Publishers Weekly® Reviews
- Reviewed in: Publishers Weekly, page .
- Review Date: 2011-09-12
- Reviewer: Staff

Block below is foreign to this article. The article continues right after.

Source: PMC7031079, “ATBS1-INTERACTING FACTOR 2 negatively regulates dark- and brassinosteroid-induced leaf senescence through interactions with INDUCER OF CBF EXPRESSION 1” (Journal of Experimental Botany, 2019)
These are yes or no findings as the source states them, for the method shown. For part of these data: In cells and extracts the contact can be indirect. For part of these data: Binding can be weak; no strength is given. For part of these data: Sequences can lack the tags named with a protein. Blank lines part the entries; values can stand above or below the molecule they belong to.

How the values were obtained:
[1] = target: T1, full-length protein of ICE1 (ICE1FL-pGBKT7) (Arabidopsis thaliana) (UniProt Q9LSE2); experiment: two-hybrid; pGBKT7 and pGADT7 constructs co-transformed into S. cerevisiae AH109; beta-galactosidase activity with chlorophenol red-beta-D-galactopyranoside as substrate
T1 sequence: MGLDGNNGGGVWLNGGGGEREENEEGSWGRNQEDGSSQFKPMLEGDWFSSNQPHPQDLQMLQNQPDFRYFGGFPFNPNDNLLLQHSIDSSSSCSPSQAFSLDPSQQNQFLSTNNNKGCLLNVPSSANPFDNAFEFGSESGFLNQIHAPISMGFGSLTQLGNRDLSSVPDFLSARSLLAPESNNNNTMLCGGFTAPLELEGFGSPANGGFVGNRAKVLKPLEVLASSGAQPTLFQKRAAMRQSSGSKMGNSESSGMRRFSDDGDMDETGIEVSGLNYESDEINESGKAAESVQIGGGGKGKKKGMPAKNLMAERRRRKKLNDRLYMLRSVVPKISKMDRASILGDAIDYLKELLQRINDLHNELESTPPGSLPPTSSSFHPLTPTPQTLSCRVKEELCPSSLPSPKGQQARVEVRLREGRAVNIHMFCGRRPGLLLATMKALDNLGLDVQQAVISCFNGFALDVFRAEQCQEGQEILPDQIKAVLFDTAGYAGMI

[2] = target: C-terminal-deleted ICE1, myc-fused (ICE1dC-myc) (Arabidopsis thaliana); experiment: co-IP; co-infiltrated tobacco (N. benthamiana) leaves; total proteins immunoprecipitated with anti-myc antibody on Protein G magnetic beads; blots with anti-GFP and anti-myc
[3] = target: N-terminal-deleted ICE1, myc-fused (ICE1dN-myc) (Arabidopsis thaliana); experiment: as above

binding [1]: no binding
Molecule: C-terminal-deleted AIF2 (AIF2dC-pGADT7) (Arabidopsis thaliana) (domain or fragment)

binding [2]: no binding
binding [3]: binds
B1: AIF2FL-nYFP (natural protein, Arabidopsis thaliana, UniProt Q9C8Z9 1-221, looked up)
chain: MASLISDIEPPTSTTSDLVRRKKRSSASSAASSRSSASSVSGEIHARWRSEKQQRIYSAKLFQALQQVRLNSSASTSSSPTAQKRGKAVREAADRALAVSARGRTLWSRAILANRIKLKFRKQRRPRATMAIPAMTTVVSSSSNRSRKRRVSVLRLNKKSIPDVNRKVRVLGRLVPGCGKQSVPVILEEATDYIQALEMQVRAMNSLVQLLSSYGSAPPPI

Desai’s unsettling collection of novellas explores the slow, threatening creep of outside influence into closed communities. In “The Museum of Final Journeys,” an isolated bureaucrat is confronted with a “chamber of death,” a remote, bizarre museum full of embalmed, stuffed animals. “Translator Translated” obliquely explores colonial politics when Prema, a professor specializing in Suvarna Devi, an obscure writer writing in Oriya, Prema’s native language, befriends a glamorous former classmate by offering to translate Devi’s work into English. But by doing so, she comes under fire for not only bringing the text into the language of the colonizers but also for crippling the writer’s work. The elliptical titular story explores the origins of a hermetic man, the last of an unhappy family. The man wants nothing to do with the outside world, but has an ornate garden a trio of students want to film. As the landscape resists them, so the students come to resent each other’s demands and wish to forget the disrespect they’ve visited upon the reclusive inhabitants. Desai (Village by the Sea) treads lightly, at times too lightly, but at its best this collection leaves an indelible impression of the conflicts and ambitions found in a region riddled with conflict. (Dec. 6)